However if there's one area of the game it's very difficult to fault, it's the visuals. Still shots simply don't do the effects justice - whether it's coats and hoods flapping frantically in the icy wind, a million-and-one different shades of snow, icy reflections cutting through powder, dirt caked in glaciers, the many different snow and sleet effects, the billowing smoke, the all-round texture quality, the draw distance or, lest we forget, the mesmerising spectacle of an avalanche.
All this detail means the game spends most of its time at 30fps rather than 60, but it's only when it dips below the 30 that you start to frown a little, so it's fortunate that this is a rather rare occurrence. Truly though, 1080: Avalanche is one of the best looking snowboarding titles ever. Remember how I got very excited faced with blizzard-like conditions in SSX 3? Every track in 1080 has an individual moment that inspires that sort of reaction [usually involving whooping like an orgasmic cheerleader on amphetamine - concerned Ed], and often more than one [usually louder - Ed]. The sense of speed is vital too, and when you're racing down a particularly fluid bit of track it really is quite magic - so fast in places that it reminded me of the criminally underrated PC title Ballistic...
Elsewhere sadly the presentation wanders a bit. The menus are nice (particularly the clipboard/paper options screen, which is definitely a highlight for arty types), but they can also be a bit slow to respond, and though this may be Nintendo's first licensed soundtrack, we'd advise them to keep it quiet next time - this one is just rubbish, full of nothing tracks with a music video for the most significant one a bizarre inclusion, particularly given how rubbish it is (and I offer fans of Cauterize's "Choke" no apologies here - it's just a crap song!) Oh how I pined for SSX 3 on the Xbox with my custom soundtrack. A pair of new Ben Folds EPs turned up in the post today to sooth my aching eardrums (already scarred this week by Links 2004), but I can hardly give 1080: Avalanche points on account of the postman. Anyway, he didn't wait around long enough for me to answer the door this morning, so I still have to go down to the depot tomorrow for the other junk - bastard!
1080 minutes? One-eighty should do it...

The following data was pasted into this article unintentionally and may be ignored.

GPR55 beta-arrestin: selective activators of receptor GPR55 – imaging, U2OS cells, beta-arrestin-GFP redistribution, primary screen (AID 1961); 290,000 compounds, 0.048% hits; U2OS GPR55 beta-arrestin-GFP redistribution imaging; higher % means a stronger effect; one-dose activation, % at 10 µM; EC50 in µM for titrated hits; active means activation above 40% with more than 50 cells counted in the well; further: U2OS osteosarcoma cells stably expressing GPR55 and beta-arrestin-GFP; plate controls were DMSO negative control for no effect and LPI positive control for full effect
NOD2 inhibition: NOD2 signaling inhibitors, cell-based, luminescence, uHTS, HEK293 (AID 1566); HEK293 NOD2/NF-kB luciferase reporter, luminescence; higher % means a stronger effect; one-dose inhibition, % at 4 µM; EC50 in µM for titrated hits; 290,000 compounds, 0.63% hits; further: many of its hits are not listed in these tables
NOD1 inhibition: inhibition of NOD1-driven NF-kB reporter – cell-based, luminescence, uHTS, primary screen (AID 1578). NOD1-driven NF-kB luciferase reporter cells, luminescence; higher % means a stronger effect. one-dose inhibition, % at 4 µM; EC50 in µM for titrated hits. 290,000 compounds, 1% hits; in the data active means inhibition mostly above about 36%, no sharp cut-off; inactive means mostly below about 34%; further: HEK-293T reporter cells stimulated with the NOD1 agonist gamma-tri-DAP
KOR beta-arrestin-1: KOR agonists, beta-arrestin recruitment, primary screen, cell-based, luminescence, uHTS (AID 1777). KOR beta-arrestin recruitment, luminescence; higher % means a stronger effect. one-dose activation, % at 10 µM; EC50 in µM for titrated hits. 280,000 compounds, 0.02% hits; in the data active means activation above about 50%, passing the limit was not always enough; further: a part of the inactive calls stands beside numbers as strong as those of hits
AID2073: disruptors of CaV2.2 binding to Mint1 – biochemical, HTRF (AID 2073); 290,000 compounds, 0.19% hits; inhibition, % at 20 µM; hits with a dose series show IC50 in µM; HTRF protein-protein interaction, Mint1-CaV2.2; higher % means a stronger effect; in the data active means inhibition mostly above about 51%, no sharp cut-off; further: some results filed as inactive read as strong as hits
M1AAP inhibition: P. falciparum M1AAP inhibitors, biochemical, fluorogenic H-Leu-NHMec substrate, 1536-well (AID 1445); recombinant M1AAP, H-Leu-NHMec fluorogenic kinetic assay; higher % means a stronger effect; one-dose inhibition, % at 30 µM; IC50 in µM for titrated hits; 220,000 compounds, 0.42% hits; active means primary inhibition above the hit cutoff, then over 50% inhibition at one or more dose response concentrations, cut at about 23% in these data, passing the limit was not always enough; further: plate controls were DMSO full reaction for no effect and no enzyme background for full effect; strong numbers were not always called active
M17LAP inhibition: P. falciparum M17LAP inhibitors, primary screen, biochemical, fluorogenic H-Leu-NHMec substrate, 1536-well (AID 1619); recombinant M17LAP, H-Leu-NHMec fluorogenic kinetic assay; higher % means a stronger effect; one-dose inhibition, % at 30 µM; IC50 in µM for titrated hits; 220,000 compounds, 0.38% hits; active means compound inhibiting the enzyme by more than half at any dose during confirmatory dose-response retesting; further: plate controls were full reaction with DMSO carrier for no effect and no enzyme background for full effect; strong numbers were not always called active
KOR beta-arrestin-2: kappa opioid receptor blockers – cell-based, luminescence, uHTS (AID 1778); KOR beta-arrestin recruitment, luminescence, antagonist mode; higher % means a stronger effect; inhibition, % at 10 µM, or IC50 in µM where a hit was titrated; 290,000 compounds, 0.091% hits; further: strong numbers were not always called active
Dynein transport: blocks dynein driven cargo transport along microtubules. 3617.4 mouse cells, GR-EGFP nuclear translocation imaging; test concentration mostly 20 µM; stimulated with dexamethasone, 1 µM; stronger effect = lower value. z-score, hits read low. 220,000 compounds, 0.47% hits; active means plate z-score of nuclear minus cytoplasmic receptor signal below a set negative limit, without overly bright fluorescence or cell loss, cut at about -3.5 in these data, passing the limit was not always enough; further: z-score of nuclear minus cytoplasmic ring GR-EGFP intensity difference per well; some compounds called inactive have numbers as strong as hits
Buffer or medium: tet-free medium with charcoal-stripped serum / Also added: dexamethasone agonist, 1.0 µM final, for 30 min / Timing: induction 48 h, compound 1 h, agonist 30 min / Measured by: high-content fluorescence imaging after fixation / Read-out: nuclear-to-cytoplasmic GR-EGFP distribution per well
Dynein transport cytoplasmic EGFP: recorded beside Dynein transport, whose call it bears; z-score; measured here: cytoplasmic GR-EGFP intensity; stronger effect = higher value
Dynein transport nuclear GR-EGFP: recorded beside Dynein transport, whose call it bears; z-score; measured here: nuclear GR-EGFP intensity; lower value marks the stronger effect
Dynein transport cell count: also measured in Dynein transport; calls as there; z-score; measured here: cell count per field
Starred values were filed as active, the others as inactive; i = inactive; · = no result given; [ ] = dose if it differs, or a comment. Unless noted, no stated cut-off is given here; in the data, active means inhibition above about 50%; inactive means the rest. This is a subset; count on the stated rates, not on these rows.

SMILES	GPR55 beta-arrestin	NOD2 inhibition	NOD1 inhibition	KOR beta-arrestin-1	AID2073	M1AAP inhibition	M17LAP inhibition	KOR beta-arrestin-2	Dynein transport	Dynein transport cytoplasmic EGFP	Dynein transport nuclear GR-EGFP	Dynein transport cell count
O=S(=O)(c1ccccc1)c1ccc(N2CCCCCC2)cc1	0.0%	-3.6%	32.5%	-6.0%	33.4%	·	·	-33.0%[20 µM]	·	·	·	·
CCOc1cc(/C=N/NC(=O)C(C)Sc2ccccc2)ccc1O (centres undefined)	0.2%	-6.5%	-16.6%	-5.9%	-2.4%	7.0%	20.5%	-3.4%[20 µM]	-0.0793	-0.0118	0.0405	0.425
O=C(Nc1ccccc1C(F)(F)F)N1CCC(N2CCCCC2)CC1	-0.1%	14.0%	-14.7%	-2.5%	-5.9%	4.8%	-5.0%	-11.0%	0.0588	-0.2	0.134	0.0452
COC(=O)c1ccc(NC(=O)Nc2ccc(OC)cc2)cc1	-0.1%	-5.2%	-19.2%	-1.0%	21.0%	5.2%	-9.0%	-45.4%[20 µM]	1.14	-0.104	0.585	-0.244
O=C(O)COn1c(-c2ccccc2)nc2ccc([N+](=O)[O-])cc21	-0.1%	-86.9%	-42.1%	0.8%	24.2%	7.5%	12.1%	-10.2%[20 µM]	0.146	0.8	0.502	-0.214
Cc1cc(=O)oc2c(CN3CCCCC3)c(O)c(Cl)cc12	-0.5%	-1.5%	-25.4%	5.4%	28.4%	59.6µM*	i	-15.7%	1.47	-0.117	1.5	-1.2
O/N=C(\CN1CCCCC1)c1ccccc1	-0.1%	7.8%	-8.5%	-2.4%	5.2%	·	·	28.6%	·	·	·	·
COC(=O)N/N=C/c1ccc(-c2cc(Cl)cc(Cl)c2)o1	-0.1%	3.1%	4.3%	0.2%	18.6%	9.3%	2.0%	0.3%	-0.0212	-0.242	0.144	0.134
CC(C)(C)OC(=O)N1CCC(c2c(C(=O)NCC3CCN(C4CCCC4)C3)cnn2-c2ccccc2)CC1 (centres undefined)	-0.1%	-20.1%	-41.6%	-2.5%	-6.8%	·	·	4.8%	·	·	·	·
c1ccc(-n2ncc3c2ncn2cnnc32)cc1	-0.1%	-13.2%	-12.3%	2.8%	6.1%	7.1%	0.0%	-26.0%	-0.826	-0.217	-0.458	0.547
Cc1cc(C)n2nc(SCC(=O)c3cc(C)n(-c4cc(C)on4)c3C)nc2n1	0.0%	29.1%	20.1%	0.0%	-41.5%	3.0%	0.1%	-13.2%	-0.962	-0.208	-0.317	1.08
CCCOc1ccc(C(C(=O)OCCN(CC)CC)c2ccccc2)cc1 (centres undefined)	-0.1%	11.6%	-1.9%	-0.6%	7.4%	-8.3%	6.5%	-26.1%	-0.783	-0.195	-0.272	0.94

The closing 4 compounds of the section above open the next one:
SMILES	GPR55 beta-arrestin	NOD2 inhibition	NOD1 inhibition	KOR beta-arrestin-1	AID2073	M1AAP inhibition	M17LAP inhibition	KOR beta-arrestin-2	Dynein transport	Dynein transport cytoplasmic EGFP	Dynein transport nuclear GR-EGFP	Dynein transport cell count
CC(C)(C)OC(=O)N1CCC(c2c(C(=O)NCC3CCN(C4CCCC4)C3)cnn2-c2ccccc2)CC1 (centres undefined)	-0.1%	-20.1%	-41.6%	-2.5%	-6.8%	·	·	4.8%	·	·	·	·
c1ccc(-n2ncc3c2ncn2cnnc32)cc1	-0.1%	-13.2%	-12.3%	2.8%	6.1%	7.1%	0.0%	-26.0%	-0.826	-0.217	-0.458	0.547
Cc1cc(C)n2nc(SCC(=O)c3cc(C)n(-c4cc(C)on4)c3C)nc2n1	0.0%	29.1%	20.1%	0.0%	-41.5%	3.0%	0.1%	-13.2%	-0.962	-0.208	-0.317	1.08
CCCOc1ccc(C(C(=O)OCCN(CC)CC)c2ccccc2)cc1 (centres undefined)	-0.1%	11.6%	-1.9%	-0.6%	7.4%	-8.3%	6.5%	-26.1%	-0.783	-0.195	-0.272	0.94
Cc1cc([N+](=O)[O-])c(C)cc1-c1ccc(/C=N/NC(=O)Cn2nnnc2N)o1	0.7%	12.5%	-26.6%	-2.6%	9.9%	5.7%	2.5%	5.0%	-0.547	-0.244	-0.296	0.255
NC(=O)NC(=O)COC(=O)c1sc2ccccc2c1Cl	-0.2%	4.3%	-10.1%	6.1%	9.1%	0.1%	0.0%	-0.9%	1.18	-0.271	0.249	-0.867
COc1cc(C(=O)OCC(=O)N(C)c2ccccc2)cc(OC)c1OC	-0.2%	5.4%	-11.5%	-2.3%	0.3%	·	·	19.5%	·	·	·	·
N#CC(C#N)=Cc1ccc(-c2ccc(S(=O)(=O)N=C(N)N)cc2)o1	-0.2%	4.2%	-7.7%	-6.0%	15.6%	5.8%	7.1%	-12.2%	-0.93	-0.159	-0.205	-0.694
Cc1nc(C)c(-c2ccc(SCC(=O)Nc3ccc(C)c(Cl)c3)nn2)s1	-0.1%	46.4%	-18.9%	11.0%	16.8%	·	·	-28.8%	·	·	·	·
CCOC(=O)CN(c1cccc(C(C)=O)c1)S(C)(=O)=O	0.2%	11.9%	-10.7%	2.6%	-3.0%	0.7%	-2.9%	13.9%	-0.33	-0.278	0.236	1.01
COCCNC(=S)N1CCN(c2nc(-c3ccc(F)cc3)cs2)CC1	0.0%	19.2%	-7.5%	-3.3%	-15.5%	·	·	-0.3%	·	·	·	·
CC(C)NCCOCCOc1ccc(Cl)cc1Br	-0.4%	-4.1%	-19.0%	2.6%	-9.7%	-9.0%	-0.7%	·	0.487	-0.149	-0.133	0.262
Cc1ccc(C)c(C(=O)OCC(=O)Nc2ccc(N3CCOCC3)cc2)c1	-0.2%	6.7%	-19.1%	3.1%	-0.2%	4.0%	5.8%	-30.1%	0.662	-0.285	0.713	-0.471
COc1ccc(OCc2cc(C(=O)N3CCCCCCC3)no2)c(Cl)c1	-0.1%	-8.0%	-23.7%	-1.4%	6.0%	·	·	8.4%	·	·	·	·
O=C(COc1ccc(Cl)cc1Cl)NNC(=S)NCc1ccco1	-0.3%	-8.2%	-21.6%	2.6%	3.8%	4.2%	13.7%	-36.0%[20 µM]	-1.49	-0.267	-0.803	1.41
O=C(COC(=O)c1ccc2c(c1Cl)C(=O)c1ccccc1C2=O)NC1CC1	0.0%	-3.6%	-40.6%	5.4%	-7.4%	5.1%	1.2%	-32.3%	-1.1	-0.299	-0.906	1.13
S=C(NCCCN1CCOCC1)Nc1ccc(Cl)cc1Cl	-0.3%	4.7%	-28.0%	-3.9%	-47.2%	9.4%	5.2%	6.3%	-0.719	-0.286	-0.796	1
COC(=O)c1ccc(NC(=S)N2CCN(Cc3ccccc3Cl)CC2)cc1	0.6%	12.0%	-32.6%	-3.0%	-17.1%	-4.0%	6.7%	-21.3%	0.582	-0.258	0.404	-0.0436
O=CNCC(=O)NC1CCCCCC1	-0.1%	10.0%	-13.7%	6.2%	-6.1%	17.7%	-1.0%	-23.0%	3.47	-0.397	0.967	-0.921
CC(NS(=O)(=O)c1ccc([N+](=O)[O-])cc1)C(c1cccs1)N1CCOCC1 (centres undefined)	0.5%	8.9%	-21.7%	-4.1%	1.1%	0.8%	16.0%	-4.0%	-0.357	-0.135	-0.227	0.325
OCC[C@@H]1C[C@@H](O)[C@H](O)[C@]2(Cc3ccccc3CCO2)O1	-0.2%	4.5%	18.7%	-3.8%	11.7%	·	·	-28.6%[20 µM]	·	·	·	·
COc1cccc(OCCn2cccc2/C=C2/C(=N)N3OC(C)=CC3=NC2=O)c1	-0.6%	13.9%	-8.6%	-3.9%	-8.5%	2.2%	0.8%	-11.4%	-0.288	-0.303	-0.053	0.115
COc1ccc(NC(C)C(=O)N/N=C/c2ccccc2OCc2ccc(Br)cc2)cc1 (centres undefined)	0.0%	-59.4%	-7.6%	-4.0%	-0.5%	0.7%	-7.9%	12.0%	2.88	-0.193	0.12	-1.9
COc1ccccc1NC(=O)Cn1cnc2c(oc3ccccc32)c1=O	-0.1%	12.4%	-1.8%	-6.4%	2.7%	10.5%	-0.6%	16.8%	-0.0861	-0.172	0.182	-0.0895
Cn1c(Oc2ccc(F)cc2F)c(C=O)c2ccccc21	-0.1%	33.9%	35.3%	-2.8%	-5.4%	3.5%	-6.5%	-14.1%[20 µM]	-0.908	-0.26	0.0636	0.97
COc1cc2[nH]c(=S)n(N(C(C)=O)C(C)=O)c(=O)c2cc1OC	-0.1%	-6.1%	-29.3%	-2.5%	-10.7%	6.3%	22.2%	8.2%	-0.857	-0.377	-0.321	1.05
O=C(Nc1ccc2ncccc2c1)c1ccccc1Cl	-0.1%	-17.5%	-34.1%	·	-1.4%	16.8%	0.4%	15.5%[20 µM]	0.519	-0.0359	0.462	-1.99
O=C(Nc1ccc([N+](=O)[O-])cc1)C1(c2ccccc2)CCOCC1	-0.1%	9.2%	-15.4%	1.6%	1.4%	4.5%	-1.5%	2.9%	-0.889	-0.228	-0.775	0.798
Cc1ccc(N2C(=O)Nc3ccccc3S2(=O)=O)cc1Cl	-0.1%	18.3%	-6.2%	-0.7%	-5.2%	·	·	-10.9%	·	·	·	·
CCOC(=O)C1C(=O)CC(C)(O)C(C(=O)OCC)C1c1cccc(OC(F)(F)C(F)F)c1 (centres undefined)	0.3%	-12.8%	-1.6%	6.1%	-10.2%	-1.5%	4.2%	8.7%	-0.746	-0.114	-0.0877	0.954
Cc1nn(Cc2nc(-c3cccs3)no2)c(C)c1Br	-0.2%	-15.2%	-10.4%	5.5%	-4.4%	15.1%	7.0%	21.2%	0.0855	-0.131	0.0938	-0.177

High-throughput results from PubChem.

The biggest question mark of all though surely has to rest next to longevity. Far more significant than niggling flaws and a rubbish soundtrack is the fact that I polished off the three main Match Race cups, most of the Time Trials (to unlock the better boards), the final Extreme Challenge and most of the Gate Challenges, not to mention completing each Trick Attack course to a decent standard, well within one five-hour sitting. Since then I've dabbled in the multiplayer a little and I know there's potential to go back and fill the remaining gaps (because that's what I ended up doing when I came back to it today), but I honestly feel like I've had my fill. I've unlocked enough novelties to be happy with it and there isn't really much compelling me to return - LAN mode is nigh on useless and I've got far better multiplayer GameCube games staring at me as I type.
What I suppose I'm trying to say is that you shouldn't go around thinking the weight of the niggles mentioned above have forced 1080: Avalanche off the main slope and into the score band below - because while it lasts 1080 is easily the best snowboard racing game I've played. But ultimately the good bits are over far too soon, it's too frustrating from then on and overall it's just not entertaining enough to get away with recycling itself five years later. Some games are, some games just aren't. It's fun, but it feels like a secondary chunk of a decent all-round snowboarding game like SSX 3 - great news if you're filthy rich and fancy five hours of fun followed by virtually nothing (at least until you feel compelled to dig it out and show off the avalanches to your mates or have the luxury of a LAN set-up), but for the rest of us it's probably nothing more than a decent rental.
7 / 10